During the 1840s farmers started talking about the need for a different type of college. One where they could have an active role in the development of agriculture and a place to send their children after grade school to learn the emerging agricultural sciences and the engineering and use of improved farm equipment. With the even more increasing demand on food production and farms becoming larger, the idea gained momentum, quickly. By the early early 1850s the idea had become of national interest and at the federal government level. And by 1862 the plan was for each state to have a college specifically for agriculture and engineering. Starting money to build these colleges, with a land grant and then yearly federal support to cover basic infrastructure. In 1862 President Lincoln signed the Morrill act that launched the state landgrant college system. And soon after as the industrial revolution began, enabled agricultural expansion. But into the 1900s these colleges became full universities. During the past 50 years working with farmers and their innovative ideas has been increasingly replaced with working with ag. corporations and their interests in the future. The original mission of the Morrill act and the brilliant american farmers original concept of a people’s high-ed institution, long forgotten to the same powers it was meant to provide an alternative inclusive system to.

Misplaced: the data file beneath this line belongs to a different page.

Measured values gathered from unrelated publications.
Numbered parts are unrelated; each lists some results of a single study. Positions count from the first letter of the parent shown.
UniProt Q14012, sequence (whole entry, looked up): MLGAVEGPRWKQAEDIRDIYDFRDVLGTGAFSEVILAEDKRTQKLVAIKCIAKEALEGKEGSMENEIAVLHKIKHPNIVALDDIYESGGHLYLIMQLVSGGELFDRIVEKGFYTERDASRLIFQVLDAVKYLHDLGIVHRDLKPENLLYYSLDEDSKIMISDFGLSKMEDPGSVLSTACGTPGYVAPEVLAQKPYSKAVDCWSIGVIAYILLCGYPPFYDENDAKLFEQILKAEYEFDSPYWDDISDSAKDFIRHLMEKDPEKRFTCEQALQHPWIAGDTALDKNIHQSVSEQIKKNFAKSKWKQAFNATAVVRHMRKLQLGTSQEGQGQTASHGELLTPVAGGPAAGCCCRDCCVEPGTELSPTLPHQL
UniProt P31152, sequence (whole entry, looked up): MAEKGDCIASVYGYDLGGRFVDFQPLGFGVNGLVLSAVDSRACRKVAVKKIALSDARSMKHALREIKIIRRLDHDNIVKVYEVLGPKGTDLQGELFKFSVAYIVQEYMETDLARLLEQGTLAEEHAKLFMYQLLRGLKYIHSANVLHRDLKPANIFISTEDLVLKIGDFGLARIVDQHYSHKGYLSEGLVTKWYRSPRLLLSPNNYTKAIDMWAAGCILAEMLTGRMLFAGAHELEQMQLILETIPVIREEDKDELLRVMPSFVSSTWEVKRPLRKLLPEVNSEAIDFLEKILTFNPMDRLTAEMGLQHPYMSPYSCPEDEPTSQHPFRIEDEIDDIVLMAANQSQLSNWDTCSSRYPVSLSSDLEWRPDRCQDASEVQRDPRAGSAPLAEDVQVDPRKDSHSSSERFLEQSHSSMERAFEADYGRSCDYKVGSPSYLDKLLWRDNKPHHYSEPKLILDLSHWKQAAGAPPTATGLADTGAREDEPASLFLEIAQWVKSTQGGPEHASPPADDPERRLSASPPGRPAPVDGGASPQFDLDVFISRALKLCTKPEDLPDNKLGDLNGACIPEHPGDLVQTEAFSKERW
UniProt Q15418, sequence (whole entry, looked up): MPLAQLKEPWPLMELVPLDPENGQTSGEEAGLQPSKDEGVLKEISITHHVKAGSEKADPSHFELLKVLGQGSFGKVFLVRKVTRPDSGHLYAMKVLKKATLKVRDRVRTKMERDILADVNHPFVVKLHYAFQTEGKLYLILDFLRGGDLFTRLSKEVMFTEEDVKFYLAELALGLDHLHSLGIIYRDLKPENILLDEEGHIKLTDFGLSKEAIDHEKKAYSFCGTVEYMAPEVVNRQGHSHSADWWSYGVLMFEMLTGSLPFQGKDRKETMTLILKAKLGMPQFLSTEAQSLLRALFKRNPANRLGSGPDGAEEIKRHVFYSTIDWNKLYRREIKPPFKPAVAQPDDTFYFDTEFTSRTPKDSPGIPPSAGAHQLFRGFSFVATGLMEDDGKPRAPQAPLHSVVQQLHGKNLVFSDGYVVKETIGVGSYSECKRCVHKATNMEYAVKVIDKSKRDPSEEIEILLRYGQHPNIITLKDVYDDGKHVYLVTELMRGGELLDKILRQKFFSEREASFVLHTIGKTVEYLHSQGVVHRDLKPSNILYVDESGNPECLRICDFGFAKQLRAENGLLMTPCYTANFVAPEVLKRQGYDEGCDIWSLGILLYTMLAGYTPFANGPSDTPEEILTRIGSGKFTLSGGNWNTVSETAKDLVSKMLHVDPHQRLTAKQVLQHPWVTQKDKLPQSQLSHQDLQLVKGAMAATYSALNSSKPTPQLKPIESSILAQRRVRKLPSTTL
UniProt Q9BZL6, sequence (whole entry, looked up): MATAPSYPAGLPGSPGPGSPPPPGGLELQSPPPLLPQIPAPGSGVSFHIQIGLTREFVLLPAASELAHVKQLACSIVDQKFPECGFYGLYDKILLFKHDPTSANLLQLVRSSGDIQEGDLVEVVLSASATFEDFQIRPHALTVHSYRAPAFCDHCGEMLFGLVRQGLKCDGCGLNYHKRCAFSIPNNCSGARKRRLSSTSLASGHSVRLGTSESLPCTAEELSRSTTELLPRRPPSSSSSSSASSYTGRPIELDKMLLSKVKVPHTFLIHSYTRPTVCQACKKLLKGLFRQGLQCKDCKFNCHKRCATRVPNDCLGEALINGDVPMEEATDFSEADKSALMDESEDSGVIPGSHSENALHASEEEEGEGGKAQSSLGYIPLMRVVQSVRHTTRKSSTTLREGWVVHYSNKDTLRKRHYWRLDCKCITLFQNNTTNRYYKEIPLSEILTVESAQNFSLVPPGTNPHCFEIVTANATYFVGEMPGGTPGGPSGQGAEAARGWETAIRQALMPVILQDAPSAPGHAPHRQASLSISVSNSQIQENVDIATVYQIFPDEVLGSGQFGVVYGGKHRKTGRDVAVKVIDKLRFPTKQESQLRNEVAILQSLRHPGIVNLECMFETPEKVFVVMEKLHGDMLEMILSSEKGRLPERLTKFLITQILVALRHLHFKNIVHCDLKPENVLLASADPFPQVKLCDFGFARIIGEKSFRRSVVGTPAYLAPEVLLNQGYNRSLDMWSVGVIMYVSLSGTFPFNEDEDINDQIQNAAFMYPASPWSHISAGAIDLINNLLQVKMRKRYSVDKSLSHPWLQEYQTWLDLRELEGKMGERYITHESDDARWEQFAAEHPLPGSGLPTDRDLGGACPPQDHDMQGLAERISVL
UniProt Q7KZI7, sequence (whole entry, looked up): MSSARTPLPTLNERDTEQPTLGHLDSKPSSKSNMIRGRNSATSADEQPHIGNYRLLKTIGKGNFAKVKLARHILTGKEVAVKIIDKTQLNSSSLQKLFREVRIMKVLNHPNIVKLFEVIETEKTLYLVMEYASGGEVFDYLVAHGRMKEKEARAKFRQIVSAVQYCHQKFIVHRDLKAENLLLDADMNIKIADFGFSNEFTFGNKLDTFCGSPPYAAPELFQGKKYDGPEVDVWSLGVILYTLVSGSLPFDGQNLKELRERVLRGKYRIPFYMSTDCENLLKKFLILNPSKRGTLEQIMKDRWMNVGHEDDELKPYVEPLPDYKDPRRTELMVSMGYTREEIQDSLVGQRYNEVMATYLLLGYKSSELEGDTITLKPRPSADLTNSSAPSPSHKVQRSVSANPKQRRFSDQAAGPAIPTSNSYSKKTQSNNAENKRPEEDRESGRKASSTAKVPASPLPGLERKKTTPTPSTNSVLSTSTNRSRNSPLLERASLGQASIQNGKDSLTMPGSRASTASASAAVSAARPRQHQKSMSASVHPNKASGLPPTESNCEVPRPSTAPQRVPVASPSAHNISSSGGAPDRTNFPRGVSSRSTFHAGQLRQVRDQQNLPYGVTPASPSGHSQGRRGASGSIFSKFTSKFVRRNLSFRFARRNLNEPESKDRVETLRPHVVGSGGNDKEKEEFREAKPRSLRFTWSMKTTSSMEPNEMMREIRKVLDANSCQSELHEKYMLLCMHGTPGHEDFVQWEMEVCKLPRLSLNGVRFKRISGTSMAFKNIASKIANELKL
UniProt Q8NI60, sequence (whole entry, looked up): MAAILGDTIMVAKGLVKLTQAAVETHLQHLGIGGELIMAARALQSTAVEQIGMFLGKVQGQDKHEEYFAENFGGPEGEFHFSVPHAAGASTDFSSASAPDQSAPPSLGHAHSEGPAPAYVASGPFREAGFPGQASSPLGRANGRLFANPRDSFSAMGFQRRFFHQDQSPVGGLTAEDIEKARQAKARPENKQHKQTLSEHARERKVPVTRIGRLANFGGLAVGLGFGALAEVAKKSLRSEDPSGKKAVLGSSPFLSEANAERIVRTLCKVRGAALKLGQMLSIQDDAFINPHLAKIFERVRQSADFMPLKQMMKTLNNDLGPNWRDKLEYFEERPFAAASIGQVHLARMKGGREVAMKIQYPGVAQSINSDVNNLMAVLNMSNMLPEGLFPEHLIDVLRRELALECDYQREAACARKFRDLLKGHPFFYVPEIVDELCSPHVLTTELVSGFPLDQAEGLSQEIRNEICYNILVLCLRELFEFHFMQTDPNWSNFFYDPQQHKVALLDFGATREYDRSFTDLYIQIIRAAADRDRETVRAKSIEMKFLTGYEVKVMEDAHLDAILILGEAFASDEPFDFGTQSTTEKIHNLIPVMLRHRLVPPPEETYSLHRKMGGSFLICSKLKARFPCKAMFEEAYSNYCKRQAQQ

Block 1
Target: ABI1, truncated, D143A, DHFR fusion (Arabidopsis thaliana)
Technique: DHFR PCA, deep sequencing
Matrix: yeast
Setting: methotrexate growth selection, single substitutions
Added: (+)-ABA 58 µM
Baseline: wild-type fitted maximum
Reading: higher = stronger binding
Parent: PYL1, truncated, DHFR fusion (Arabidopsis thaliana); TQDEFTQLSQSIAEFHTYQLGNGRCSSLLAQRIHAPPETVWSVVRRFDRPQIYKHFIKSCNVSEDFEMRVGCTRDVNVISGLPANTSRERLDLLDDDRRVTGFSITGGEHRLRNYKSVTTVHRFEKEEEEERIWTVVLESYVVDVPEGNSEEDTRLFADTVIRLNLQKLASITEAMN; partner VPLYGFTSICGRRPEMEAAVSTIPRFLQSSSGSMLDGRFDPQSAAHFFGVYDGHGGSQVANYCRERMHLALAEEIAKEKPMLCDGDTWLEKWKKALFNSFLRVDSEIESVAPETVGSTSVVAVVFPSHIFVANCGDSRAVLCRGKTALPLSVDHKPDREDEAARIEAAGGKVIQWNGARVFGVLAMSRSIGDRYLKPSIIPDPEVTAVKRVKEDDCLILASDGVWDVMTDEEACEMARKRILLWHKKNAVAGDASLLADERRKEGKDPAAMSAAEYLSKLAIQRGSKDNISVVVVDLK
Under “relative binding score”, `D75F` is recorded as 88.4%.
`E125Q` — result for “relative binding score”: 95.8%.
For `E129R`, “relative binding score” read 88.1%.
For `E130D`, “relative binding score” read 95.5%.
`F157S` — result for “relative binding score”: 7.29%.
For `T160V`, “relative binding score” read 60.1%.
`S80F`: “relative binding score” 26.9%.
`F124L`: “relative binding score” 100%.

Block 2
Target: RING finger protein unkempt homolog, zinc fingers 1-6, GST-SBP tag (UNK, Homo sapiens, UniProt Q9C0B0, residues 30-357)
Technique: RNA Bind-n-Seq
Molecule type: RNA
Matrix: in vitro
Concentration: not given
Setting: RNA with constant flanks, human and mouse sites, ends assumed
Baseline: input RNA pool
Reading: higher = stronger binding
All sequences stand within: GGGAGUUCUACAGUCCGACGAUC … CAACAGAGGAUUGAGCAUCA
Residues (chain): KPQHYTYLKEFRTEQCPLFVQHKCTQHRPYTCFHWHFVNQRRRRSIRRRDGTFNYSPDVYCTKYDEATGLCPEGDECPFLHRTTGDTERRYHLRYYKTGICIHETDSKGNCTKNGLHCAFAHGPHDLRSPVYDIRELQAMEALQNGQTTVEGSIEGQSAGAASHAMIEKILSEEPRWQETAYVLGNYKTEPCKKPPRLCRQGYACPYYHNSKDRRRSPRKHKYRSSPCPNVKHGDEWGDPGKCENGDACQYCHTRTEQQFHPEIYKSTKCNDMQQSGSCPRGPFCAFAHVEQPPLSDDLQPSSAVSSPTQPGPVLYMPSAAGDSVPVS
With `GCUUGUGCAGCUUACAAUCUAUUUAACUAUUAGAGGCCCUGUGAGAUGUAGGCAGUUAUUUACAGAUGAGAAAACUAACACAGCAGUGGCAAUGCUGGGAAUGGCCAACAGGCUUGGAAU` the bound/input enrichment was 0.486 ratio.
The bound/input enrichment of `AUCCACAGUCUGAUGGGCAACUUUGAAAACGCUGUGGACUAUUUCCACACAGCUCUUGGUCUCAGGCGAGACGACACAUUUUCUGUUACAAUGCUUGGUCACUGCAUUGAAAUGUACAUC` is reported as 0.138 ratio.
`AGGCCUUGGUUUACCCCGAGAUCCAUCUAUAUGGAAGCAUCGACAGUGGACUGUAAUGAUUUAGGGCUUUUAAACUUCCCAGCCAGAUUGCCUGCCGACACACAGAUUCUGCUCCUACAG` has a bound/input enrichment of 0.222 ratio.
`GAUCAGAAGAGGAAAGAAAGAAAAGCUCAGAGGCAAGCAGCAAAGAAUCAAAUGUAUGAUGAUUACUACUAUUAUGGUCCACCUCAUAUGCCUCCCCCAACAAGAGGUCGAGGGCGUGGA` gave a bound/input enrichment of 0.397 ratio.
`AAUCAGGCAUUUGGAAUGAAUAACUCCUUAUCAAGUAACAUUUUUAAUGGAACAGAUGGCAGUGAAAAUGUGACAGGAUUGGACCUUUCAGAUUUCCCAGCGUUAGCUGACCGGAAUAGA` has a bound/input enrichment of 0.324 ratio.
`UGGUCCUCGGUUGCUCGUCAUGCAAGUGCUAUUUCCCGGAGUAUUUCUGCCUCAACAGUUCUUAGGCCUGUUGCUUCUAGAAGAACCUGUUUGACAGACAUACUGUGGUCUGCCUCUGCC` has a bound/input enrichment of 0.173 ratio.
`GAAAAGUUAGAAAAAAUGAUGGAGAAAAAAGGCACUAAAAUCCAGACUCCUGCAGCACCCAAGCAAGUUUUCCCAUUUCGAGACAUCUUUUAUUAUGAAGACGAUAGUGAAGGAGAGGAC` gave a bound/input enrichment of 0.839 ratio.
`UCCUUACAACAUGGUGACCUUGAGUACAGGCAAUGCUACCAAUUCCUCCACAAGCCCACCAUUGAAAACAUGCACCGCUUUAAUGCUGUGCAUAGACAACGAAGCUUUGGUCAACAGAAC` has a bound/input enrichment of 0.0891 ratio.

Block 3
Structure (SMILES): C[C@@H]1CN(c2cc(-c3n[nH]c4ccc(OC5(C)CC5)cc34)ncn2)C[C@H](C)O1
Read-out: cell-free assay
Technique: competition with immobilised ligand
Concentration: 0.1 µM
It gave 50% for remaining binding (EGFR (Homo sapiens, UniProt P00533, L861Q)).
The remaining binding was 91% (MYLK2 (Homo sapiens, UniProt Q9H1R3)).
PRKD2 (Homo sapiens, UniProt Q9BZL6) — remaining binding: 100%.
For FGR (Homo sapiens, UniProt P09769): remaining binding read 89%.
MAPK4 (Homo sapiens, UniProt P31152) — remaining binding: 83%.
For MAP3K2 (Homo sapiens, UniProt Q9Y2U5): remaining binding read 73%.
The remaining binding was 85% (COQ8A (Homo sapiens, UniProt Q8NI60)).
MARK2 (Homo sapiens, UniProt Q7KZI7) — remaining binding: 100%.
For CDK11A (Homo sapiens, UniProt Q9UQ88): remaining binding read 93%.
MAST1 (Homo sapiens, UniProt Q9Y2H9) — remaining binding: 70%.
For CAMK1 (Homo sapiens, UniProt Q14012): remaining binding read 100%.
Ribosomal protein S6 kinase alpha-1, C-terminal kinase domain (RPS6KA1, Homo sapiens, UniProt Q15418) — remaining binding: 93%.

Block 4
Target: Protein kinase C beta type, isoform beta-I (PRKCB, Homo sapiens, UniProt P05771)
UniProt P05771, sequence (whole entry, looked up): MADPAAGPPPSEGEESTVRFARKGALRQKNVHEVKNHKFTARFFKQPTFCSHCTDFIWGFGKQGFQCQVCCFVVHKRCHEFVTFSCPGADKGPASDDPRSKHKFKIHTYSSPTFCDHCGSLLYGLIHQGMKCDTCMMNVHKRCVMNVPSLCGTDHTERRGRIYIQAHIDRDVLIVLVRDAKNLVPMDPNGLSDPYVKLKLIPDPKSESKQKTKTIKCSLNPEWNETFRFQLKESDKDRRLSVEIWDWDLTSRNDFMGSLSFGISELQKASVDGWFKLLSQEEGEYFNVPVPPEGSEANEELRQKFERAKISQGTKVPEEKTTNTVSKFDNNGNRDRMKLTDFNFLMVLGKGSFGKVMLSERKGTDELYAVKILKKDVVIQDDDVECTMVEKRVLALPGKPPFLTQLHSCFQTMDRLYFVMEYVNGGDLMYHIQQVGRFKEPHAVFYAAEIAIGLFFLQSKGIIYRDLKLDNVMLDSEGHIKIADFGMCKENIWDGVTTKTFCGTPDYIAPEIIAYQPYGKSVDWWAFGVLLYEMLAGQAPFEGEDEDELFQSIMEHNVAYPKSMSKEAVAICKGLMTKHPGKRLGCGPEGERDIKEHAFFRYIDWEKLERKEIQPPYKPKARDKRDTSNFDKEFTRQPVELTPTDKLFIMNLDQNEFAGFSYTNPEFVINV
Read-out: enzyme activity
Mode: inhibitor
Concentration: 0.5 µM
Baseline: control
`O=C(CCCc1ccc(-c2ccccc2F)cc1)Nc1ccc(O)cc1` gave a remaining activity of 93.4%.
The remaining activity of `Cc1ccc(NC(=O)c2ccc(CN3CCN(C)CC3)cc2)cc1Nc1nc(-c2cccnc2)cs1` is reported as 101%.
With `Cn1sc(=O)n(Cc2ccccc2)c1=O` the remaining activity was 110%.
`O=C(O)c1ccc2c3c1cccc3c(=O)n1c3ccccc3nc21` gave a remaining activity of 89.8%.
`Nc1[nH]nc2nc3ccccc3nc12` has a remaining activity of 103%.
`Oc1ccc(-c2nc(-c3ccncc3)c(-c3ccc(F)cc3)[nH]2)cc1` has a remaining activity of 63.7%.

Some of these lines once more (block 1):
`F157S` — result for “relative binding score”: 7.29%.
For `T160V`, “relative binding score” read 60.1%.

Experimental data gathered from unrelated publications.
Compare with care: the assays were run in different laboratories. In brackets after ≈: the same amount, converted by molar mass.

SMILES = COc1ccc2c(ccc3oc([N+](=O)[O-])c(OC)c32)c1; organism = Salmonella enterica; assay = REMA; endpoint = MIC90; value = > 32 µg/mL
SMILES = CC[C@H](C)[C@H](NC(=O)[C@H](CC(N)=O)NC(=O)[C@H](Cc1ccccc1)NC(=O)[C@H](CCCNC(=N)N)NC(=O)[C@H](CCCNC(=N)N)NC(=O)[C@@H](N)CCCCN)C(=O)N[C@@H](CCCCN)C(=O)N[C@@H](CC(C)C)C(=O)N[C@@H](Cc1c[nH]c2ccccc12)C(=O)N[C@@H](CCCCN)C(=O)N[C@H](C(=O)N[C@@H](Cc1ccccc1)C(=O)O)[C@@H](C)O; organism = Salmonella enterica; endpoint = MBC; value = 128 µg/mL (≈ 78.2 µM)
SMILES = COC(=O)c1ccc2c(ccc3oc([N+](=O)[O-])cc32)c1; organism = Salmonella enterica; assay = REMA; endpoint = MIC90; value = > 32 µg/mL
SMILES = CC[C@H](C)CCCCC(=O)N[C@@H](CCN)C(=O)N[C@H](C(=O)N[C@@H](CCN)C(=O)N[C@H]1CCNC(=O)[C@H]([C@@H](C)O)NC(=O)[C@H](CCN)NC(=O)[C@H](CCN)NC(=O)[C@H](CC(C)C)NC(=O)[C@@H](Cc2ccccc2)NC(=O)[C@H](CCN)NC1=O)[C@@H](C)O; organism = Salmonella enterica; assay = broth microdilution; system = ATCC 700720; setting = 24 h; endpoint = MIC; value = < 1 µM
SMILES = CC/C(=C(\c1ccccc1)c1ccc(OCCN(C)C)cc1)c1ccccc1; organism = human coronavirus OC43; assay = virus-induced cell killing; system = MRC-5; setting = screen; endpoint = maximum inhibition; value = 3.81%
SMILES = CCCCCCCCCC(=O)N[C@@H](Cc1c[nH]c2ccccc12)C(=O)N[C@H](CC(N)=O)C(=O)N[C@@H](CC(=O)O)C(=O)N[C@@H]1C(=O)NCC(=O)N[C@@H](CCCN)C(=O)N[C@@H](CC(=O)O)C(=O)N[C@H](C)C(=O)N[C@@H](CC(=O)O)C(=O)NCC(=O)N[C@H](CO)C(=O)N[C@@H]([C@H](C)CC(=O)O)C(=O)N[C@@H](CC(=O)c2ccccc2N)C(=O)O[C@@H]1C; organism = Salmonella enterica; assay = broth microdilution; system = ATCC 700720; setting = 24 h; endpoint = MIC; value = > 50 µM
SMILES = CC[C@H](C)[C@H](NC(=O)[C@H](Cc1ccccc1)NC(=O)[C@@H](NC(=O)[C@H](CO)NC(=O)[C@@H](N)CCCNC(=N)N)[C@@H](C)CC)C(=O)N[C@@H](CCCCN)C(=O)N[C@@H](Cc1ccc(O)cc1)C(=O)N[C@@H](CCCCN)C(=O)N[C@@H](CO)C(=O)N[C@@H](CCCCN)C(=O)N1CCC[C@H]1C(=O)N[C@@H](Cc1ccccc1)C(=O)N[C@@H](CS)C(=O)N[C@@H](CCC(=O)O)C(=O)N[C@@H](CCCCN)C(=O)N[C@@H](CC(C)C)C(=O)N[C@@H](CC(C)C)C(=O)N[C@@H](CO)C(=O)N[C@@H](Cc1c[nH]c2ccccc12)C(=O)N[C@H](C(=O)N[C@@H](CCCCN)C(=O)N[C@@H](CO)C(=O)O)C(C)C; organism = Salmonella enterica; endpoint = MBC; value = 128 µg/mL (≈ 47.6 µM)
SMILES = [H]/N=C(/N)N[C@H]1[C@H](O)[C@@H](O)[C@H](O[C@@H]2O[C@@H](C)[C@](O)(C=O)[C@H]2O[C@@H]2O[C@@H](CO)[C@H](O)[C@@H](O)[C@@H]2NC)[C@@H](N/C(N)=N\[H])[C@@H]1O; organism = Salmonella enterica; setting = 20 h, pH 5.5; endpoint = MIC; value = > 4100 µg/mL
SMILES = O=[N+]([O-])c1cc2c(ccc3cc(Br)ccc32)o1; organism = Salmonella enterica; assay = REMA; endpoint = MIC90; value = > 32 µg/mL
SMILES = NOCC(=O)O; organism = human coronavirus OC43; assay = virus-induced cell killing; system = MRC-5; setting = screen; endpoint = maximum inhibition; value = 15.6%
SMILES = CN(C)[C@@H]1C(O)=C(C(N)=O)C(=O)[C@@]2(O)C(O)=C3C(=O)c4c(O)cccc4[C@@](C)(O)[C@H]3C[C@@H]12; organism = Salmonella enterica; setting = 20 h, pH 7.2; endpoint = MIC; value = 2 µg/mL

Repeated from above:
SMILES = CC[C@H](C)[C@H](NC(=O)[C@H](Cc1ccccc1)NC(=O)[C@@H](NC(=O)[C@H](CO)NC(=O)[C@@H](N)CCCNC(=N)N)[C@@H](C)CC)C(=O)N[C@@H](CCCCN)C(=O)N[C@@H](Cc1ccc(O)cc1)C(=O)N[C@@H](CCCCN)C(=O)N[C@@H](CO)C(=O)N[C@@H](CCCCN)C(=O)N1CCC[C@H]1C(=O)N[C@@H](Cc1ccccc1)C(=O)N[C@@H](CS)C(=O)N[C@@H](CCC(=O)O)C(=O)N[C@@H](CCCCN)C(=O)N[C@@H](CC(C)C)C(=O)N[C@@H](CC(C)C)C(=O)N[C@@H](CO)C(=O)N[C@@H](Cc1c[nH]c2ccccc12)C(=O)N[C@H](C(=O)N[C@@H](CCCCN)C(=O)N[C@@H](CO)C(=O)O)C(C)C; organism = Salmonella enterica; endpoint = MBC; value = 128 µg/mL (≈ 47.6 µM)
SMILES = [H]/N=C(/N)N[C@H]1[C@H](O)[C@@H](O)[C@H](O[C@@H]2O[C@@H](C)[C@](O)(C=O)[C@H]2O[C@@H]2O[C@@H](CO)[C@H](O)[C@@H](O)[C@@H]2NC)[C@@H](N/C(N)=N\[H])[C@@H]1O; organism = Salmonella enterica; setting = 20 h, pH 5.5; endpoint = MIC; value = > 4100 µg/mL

While geology and chemistry had become the primary approach to agriculture, it also had its share of crop failure problems with the new chemical sciences. Some farmers stayed with more traditional approaches. Often these are now considered indigenous practices. These practices were more aligned with farming with nature through observation of nature-based principles. And by the 1880s the microscope had advanced and was started to be used to explore, identify and name the microbiology organisms in the soil. The beginnings of organic and biological agriculture sciences. The second track of scientific study of agriculture. While the chemical approach dominated, the soil biological studies still significantly advanced right up to the second world war.